Saturday, August 2, 2008

When is a fight not really a fight?

Yes, I'm again procrastinating from doing reading that I'm supposed to be doing. But, I already spent an hour and a half tonight lesson planning for 3rd grade general music, and I need an emotional break to get closer to adulthood.

This has not been a good weekend so far. The chemo, being a progressive thing, is starting to take root in a negative way. The Boy has added a new "word" to his vocabulary: a mewling, pathetic, angry-sounding cry. This isn't new to this weekend, particularly, but it was his primary mode of communication today. It honestly breaks my heart to hear it - even when he's gathered up into my, or my wife's, arms and given the love and attention that he needs and deserves, there's not a damn thing that we can do to help.

His hair is still there, and that's making me question, internally, his sickness. From a sick, weird place in my subconscious, I wish that his hair would start fall out soon. It's difficult to reconcile a grave illness like cancer with the vision of a happy, smiling child whose hair is beginning to grow. Don't get me wrong: I'm not wishing baldness upon my son. (That's been decided by genetics.) I don't want him to suffer. I'm REALLY not looking for that. But, it's easier to nurse a child back to health who looks sick.

My wife and I had a blow up tonight. The exact circumstances aren't important (I flipped out because of the placement of the bookshelf upstairs, and she told me to calm the heck down), because that's not what the fight was about. We weren't fighting with each other, although L-rd knows that we've done that enough in our time. (Who hasn't?) We're both feeling VERY stressed about the fact that our kid has cancer and he's starting to accumulate the negative effects of chemotherapy. And, again, there's not a damn thing we can do about it.

My wife brought up the question that's been haunting us: "What kind of a cruel joke is this: we're given the most beautiful, most perfect, more precious little boy in the whole world - and then he develops cancer? Who did we piss off, what did we do, to deserve this?" I know that nothing we've done over the past 11 months would have changed this; it was a roll of the genetic dice that came up snake eyes. Sometimes, it's hard to remember that chance plays a huge factor in things.

Then again, I'm a firm believer in G-d's plan. I've had an... interesting... life, in the Chinese sense of interesting. ("May you live an interesting life," is an old Chinese curse.) I'm not going to get into it now, because I do want to get the reading done. But, my life has been interesting. The biggest thing that's kept me going is this: "G-d puts us where we need to be - which is rarely where we think we should be." I know that I'm not intelligent enough to understand G-d's plan. (I'm darn close, but just not quite there. Yet.) I'm not capable of seeing everything, hence the whole "omnipotent" and "omniscient" labels that G-d carries around. I know that there's a reason that I've gone through the things that I've gone through in my time, and why my wife has gone through the things that she's gone through. I know that, at the other end, we're going to have different ideas about life.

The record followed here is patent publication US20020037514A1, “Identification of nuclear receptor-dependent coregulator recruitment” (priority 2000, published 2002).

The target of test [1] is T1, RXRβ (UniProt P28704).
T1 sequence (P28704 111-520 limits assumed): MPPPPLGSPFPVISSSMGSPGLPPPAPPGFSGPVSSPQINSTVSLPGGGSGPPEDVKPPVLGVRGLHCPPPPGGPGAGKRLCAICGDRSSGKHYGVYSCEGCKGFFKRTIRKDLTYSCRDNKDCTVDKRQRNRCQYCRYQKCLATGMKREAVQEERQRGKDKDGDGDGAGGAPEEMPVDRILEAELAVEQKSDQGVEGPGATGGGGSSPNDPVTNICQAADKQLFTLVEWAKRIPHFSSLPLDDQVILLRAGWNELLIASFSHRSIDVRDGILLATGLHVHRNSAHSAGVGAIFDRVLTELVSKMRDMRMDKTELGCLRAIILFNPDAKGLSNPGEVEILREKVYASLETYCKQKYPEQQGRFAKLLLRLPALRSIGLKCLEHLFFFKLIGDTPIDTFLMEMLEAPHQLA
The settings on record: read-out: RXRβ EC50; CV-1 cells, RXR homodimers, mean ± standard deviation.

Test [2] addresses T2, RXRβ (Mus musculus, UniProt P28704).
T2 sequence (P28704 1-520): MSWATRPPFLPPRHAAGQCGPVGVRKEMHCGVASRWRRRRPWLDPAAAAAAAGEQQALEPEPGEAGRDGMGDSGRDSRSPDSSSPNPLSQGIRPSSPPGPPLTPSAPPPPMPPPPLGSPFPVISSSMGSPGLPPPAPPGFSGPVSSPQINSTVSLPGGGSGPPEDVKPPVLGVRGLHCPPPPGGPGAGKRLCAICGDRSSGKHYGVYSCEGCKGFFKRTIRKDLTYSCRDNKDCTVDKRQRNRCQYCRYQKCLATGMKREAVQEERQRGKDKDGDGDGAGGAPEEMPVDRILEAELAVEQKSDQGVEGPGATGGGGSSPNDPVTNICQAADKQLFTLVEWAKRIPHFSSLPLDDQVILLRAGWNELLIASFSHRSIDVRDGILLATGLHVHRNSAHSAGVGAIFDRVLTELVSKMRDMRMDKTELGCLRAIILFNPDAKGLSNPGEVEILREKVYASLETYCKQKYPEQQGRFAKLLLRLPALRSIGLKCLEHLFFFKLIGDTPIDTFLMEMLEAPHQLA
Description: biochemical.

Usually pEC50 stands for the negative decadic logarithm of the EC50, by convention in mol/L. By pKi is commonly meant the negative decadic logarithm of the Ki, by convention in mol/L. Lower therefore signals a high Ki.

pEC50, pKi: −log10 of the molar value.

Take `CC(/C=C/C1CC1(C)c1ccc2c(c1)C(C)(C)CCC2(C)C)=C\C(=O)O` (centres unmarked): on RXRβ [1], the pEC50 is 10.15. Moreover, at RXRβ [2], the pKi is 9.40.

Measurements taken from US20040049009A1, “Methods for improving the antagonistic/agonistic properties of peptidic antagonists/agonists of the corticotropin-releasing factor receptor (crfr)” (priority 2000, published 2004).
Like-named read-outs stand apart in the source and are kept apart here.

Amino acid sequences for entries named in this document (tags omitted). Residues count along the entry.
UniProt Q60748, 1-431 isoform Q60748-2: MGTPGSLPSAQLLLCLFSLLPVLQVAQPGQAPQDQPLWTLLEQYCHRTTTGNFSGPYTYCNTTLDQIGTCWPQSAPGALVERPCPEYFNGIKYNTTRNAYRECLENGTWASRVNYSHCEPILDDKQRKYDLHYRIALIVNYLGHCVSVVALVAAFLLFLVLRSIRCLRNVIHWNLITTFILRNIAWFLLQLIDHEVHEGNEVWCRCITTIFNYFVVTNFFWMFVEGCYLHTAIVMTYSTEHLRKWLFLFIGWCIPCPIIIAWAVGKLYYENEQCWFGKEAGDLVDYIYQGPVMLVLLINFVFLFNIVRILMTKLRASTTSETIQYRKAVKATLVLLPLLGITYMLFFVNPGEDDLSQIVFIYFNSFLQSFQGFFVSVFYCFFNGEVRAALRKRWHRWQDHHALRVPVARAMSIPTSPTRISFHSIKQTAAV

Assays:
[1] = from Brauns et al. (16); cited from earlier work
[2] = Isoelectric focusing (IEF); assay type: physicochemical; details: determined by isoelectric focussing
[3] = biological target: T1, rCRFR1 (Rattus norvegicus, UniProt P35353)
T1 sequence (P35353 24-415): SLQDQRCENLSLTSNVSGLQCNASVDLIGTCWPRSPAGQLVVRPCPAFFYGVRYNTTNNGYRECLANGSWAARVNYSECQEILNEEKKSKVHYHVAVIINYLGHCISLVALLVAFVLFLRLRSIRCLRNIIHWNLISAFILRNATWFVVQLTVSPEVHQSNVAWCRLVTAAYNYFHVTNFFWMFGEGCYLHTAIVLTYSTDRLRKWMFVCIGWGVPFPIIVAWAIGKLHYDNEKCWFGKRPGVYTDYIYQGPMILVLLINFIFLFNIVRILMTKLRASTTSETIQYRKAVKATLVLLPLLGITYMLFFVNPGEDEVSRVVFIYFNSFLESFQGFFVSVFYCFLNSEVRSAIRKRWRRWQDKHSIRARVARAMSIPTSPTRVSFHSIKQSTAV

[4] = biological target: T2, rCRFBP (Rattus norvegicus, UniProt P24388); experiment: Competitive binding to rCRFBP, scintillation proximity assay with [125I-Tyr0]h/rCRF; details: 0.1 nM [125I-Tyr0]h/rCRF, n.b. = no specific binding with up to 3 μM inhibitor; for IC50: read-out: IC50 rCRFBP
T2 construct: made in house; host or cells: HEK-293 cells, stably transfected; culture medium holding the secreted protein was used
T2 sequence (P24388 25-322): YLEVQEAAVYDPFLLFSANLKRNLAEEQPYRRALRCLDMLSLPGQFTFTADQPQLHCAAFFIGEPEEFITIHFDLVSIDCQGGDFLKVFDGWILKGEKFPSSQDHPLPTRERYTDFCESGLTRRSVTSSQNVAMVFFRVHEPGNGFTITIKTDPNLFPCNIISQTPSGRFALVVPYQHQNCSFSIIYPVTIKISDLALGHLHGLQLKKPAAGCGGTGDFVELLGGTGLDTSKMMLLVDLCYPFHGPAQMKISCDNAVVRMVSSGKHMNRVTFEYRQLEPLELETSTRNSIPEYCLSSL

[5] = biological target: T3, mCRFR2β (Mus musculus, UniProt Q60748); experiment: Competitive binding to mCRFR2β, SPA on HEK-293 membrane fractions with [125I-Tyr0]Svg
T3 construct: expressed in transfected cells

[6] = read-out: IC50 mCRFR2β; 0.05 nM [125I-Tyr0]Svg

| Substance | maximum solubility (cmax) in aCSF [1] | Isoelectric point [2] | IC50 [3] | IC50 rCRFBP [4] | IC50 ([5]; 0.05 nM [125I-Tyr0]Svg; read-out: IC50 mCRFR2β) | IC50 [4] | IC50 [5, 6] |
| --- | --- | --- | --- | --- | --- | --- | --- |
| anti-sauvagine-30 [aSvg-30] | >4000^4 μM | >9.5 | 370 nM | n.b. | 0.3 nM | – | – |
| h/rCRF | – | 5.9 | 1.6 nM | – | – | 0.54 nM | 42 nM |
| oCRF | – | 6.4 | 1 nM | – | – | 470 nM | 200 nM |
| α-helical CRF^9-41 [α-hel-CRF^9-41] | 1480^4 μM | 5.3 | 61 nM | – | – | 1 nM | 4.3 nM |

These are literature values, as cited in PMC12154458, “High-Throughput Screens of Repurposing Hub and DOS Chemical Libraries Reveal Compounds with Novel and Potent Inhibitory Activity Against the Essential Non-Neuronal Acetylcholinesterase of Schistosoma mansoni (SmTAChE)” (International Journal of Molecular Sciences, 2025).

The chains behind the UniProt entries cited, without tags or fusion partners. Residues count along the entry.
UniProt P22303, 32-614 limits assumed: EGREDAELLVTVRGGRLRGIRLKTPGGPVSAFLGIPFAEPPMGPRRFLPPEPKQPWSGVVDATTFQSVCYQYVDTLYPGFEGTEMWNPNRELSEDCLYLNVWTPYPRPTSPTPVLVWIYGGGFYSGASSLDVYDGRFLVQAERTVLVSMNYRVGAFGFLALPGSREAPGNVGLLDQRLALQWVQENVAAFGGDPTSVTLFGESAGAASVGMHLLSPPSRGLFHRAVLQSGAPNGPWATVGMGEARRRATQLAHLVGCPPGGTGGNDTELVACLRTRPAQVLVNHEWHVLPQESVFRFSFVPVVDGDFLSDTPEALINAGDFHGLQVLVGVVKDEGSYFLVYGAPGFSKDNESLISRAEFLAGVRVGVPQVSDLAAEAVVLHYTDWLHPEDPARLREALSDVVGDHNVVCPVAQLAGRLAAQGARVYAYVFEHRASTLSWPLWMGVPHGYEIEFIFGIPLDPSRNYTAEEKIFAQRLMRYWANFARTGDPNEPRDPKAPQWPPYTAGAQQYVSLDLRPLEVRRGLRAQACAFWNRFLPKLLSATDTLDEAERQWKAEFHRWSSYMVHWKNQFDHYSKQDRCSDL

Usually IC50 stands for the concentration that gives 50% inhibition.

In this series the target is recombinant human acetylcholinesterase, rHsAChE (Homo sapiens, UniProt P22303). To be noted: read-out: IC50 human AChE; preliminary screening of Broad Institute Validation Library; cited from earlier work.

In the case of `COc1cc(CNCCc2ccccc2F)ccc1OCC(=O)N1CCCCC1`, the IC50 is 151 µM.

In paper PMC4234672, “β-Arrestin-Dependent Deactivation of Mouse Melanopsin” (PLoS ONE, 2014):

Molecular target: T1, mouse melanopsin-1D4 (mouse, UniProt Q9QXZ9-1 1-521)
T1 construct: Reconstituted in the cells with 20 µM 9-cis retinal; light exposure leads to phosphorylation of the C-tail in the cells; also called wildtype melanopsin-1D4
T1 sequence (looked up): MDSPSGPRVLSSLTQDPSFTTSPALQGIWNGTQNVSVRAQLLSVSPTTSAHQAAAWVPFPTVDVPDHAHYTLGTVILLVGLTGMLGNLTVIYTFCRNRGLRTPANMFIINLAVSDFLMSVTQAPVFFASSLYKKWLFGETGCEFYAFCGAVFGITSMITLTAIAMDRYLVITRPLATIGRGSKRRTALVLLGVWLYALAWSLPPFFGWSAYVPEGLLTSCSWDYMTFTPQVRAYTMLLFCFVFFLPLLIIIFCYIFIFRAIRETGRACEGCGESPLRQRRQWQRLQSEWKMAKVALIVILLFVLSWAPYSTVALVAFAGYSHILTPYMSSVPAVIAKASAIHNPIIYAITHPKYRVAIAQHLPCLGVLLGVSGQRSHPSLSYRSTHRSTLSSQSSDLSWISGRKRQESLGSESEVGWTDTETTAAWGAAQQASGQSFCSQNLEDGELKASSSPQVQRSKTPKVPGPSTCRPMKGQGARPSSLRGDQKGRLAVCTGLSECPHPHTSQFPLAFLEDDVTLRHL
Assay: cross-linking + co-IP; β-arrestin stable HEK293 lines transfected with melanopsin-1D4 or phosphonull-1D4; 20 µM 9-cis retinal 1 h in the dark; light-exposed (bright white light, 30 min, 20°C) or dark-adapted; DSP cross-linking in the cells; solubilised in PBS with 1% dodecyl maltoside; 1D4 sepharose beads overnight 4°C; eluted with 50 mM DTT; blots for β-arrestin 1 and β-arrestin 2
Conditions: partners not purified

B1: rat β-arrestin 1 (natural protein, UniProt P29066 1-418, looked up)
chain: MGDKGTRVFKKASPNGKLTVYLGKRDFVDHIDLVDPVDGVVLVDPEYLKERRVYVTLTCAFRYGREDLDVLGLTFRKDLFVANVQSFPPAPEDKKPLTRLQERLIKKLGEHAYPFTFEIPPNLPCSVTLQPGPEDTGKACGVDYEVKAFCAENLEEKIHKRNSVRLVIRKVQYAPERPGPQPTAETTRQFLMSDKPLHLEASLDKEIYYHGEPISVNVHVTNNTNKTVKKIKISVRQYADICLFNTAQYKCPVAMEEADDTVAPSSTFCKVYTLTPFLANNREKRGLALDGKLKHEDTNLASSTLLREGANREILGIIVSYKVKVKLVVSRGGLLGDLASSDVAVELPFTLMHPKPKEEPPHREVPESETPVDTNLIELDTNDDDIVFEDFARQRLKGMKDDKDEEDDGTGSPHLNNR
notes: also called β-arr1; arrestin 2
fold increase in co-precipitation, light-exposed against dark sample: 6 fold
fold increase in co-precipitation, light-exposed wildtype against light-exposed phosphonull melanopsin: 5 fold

I just wish it was a little more apparent. I can't imagine any good coming out of a beautiful boy having such a dread disease. It's frustrating, and it's getting to us big time. At times like this, I'm REALLY not looking forward to going back to work. I can't imagine The Boy being cared for by a stranger when he's going through such a horrible time and a horrible disease. I know that I've been lucky to be hired by such a wonderful place as I've been hired, and I'm thankful for the opportunity to contribute. But, he's my baby, and I love him.


honeybee said...

I have been reading your blog for approx. one month now. I am on webmd with your wife and have a 10 month old.

I felt compelled to comment to your recent post. Although neither of you know what the plan is take comfort in knowing that there is a plan.

Additionally, we tend to have a pre-conceived notion about what a cancer patient should look like and feel like. Perhaps your son is breaking that mold and making a determination on his own to present his positive and cheerful disposition as much as possible. I can only imagine that the alternative would be heart wrentching and much harder for the two of you to witness. Each week that passes gets the three of you closer to the ultimate goal of remission.

You are all in our prayers. May peace be with you.

Jennifer said...

An "old" friend of mine (HS and College) has a son that is about to start Chemo for a bone marrow transplant (he has Hurler's Syndrome) and I thought you might be interested and her site.

Liam's parents are both teachers. She teaches HS English and he teaches Social Studies? at the Middle school where many of my students go when they move up. She was a band nerd with me. :) Plays/played French Horn.